At a recent board meeting of a not-for-profit, we discussed privilege, luck and fortune. I was reminded of a video I’ve seen where the players on a high school football team were lined up on the goal line when their coach prompted:

“Move to the 10-yard line if you were raised in a two-parent household.” 

Half the team moved forward and half stayed back. Then he said:

“Move 10 yards forward if you had more than 5 books in your house before you started kindergarten.” 

A few of the players moved from the goal line to the 10 and a third of the group on the 10 moved to the 20.

“Advance another 10 yards if both of your parents attended college.” 

At this point, most of the team was behind by at least 20 yards, with a third still on the goal line. The coach then asked the players who had advanced the farthest to turn around and face their teammates. You could see embarrassment and even shame on all the players’ faces, those who had not advanced and those who had. The coach let a little silence linger as the students processed the scene. Then he said this:

“Nothing you did, nothing that was a decision you made is the reason you are where you are; you are where you are due to good luck, bad luck, a roll of the dice. My question to each of you is, what are you going to do? What is in your power, what are your choices in your situation to get you where you want to be? And, if you’ve experience good luck, what are you going to do to help others less fortunate and let go of any ego-driven thoughts that you had much, if anything, to do with where you are based on the questions I asked?”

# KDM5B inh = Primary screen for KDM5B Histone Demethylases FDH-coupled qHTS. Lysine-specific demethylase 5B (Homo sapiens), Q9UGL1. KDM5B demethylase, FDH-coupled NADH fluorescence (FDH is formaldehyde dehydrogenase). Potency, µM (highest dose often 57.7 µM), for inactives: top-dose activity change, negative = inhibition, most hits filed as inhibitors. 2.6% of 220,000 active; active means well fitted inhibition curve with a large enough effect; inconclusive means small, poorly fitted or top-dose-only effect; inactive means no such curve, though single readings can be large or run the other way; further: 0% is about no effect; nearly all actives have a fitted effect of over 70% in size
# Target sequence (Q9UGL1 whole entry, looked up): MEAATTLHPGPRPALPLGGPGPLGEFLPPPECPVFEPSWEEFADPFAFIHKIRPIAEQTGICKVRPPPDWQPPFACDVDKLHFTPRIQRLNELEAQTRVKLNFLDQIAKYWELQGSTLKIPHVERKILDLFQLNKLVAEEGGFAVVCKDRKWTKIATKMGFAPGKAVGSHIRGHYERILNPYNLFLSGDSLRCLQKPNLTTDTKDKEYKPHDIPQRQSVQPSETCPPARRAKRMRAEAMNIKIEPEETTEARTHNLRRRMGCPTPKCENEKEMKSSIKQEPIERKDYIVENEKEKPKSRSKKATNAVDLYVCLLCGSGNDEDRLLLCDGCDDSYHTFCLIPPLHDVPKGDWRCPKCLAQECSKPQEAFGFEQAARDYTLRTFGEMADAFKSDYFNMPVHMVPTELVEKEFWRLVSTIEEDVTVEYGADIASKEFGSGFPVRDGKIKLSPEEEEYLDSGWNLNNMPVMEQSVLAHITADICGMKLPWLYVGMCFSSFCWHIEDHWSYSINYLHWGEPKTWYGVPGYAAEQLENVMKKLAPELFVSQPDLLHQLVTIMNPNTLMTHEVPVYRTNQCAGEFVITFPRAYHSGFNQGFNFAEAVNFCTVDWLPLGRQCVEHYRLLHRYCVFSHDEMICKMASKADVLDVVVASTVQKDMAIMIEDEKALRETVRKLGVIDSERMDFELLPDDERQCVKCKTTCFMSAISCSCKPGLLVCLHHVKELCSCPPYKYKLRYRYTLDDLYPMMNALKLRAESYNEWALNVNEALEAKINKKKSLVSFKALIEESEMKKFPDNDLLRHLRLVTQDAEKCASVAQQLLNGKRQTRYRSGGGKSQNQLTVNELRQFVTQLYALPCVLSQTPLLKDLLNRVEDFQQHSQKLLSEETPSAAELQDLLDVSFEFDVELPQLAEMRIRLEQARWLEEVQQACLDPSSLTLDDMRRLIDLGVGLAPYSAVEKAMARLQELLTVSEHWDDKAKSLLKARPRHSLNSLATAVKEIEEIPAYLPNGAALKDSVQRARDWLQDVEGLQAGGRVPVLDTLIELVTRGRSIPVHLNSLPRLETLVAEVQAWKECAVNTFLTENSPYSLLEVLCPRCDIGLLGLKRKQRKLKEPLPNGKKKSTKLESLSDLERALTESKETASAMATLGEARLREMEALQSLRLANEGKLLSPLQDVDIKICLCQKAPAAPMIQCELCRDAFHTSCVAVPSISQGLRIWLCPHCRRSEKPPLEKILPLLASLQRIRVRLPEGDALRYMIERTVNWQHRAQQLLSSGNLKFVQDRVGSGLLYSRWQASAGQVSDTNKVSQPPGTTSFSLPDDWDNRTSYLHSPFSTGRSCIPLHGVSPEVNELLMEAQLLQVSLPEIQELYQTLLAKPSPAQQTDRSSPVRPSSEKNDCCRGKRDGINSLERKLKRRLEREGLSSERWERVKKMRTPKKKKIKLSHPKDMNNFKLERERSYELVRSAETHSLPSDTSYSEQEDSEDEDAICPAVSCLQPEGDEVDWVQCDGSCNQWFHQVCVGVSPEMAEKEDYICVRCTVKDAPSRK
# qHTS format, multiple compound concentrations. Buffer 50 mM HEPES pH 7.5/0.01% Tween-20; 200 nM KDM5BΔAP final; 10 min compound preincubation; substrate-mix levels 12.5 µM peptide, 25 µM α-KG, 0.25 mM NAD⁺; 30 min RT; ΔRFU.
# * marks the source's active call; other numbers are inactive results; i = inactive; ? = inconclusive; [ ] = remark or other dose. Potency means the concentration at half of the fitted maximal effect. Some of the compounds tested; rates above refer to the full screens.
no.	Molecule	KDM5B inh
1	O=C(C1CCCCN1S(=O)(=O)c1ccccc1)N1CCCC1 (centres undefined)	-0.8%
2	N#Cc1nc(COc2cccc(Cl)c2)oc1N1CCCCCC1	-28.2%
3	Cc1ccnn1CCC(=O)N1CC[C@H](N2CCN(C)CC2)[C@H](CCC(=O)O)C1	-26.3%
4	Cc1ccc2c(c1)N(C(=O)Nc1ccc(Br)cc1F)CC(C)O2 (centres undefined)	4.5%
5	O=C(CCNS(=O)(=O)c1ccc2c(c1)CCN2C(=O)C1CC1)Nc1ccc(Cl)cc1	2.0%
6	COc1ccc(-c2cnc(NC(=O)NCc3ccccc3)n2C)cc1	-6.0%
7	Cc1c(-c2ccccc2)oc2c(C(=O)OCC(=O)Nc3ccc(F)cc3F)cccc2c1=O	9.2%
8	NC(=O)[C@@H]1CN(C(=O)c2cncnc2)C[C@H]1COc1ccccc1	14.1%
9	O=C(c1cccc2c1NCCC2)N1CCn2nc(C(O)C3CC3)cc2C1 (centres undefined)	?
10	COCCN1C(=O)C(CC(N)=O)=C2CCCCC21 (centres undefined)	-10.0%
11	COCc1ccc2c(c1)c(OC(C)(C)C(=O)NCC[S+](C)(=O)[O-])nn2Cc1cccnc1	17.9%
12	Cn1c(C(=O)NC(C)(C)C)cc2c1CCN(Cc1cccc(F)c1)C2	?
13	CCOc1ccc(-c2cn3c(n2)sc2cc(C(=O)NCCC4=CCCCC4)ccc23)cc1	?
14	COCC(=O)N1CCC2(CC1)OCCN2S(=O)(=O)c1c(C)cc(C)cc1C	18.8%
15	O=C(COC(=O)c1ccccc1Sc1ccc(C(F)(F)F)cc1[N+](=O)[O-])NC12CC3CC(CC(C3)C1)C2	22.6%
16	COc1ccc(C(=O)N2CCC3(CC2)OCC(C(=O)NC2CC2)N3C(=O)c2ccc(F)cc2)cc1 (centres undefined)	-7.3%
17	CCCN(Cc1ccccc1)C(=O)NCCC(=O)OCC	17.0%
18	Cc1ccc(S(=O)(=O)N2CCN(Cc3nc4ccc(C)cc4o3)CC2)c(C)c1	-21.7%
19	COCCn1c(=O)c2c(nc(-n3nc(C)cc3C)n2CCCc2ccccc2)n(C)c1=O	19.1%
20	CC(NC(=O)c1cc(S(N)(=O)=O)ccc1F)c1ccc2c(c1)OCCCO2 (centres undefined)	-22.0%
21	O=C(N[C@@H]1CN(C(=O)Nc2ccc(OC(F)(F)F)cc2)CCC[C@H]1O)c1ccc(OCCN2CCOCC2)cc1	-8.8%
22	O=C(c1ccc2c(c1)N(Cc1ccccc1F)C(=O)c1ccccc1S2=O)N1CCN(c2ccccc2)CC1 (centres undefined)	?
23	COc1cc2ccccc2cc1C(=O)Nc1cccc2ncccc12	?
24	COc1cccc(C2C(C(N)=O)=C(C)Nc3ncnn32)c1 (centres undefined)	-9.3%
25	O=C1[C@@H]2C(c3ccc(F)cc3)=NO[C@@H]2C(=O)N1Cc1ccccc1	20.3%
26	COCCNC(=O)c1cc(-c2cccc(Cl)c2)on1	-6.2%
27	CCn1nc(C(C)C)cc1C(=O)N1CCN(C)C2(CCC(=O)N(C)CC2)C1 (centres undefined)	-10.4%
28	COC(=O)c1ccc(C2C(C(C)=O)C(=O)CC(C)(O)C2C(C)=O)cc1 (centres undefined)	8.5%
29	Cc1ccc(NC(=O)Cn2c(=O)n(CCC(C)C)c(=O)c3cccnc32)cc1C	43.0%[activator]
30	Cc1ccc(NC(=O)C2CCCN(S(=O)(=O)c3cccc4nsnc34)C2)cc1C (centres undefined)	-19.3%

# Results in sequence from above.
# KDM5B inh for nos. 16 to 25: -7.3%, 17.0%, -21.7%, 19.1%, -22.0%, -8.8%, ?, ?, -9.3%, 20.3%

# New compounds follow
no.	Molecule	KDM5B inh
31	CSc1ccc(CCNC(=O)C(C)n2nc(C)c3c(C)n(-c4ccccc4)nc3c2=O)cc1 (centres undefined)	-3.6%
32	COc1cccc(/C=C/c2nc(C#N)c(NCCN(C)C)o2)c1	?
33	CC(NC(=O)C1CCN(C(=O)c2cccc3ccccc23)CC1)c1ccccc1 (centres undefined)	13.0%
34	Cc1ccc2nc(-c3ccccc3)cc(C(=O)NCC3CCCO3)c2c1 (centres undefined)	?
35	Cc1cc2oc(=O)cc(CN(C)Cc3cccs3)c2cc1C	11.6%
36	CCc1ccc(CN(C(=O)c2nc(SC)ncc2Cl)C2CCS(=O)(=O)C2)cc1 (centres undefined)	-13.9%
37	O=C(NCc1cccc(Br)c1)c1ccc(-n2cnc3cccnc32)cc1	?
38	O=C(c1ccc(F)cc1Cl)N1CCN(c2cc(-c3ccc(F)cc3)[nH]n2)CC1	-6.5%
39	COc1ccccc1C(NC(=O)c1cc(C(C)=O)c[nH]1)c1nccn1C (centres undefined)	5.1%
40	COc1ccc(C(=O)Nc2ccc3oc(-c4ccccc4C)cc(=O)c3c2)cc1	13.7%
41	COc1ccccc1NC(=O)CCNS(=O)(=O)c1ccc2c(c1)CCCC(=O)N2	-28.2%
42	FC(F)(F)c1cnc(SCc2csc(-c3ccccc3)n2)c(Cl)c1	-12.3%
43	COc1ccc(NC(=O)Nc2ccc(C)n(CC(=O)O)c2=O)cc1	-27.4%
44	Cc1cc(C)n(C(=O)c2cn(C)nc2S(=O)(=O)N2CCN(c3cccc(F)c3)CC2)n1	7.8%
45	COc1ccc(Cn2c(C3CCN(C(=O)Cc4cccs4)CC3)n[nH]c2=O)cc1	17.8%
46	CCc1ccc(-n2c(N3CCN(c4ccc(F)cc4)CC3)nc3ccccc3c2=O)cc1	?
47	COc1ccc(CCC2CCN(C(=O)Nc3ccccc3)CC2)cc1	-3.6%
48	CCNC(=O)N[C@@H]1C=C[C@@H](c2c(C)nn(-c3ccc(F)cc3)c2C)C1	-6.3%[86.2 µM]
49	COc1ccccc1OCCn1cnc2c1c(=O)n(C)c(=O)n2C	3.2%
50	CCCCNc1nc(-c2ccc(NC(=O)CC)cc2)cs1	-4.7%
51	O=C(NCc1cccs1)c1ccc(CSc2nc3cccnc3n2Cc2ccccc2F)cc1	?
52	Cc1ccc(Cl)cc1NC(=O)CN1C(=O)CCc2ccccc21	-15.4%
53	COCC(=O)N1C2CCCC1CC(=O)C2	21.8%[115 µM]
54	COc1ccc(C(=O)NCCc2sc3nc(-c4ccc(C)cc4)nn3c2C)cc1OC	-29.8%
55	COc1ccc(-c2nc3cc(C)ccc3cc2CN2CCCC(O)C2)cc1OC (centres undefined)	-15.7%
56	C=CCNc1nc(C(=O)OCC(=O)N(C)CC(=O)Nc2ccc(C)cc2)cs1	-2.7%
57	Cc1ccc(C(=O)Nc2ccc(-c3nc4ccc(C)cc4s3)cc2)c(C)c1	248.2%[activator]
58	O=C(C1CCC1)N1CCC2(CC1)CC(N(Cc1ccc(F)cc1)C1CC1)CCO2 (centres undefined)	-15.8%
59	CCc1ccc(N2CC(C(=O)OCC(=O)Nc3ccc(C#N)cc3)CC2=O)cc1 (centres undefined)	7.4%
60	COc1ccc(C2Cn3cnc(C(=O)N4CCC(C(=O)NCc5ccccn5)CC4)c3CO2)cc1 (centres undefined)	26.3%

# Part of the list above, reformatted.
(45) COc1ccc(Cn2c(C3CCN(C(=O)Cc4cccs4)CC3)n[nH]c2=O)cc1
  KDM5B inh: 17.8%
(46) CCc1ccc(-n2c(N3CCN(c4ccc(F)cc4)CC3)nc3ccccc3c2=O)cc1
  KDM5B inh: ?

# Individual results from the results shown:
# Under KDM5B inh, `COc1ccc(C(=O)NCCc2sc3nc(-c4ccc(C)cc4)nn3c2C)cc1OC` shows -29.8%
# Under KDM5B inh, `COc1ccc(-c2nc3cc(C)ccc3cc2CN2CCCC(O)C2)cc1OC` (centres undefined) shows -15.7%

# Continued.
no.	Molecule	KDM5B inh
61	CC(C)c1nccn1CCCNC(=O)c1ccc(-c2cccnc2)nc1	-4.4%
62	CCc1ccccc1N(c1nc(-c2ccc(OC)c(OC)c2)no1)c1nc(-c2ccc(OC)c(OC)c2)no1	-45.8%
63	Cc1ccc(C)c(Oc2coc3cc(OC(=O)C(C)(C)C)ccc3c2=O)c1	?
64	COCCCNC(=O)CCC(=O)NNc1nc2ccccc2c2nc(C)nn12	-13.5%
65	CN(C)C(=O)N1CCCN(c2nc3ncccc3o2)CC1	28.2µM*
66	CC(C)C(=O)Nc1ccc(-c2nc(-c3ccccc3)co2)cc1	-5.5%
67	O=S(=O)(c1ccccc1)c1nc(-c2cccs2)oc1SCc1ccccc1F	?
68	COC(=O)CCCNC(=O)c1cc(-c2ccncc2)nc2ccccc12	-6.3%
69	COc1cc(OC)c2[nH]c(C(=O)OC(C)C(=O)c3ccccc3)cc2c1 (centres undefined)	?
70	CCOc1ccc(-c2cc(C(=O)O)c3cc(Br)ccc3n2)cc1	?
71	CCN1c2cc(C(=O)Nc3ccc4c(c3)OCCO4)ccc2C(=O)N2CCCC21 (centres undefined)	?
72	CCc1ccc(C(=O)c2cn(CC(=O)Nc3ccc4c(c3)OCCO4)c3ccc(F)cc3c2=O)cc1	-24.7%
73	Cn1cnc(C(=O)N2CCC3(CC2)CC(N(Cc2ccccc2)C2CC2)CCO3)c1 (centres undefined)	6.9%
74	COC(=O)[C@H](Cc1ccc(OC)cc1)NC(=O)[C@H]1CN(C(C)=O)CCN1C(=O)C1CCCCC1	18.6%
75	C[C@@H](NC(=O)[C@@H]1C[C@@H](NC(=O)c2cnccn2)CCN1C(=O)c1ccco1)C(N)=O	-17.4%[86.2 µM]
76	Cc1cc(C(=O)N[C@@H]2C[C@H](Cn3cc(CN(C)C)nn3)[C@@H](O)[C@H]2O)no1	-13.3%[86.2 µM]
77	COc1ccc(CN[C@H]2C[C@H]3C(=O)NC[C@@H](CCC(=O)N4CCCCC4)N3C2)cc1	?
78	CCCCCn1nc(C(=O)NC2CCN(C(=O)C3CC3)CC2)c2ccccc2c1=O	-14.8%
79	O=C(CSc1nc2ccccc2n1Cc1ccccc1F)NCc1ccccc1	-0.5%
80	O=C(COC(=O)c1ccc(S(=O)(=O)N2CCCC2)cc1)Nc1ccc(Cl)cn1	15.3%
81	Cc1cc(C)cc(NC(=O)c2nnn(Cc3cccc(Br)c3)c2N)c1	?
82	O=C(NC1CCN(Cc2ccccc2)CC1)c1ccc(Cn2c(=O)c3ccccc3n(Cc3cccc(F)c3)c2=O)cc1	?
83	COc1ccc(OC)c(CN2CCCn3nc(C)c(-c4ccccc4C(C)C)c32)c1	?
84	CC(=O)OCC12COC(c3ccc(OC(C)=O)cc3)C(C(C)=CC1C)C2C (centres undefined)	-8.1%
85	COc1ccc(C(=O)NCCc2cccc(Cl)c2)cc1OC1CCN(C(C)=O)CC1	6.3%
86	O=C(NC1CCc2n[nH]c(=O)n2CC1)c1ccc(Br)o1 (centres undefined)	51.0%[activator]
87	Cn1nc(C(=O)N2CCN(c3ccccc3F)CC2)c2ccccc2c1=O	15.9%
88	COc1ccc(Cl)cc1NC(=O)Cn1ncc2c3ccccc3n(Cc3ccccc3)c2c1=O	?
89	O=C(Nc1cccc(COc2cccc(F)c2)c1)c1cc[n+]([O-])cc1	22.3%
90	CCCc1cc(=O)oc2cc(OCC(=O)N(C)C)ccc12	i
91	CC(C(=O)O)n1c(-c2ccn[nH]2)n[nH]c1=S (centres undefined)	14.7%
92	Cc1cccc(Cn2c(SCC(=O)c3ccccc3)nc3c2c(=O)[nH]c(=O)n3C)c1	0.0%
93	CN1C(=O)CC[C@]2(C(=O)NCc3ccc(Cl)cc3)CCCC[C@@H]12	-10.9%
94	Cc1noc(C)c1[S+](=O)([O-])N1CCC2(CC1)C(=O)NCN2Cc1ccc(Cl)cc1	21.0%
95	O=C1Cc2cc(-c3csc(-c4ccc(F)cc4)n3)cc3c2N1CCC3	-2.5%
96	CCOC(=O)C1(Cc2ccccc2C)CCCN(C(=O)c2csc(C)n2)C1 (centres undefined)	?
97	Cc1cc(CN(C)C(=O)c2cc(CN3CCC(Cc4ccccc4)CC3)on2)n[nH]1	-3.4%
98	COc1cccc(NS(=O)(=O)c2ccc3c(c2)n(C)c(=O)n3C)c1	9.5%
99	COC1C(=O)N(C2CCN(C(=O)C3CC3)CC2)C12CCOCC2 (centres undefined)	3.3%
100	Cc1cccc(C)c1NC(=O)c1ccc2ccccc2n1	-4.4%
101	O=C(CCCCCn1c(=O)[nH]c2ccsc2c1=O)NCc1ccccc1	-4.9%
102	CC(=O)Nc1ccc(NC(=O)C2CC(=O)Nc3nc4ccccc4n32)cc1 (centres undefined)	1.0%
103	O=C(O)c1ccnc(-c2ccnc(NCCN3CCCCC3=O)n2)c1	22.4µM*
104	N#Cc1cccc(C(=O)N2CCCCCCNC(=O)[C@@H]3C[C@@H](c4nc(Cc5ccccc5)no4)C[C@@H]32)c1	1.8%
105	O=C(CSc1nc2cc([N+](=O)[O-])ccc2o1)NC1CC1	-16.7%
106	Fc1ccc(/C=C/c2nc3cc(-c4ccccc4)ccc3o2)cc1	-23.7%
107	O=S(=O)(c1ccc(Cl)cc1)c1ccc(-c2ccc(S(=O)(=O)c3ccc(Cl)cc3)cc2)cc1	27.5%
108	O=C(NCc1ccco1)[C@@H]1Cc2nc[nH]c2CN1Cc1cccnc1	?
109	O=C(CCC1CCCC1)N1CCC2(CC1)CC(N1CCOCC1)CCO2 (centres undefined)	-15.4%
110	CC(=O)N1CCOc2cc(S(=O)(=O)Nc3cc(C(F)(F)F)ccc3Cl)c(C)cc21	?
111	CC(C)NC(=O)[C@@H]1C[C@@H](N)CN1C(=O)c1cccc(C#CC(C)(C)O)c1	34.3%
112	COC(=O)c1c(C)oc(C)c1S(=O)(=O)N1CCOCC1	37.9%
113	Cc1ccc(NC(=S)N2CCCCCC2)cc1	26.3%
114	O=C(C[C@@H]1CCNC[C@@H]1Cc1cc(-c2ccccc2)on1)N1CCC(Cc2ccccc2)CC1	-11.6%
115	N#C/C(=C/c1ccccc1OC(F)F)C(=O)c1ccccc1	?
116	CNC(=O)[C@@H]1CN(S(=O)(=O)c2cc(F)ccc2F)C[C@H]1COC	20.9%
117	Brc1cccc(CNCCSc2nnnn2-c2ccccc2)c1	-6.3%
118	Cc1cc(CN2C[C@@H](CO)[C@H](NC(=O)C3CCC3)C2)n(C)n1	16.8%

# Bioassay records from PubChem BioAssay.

Watch this video for another coach’s take on this lesson.

I wish everyone would take the time to consider where they are and what has influenced how they got there: luck, good or bad, choices or their mindsets. I am very aware that everything I have that is meaningful to me is related to someone’s kindness, generosity or my own good fortune. Sure, it’s our decision to take the offer and the offer is what we ALL have to give.

What can you provide in words or actions to help someone, metaphorically, move 10 yards forward? An introduction, a private moment with a co-worker to share respectful feedback, a willingness to listen and brainstorm – these are all examples of simple acts that can open a door, shift a mindset or move someone to the next phase of their evolution.

– Becky Sharpe, CEO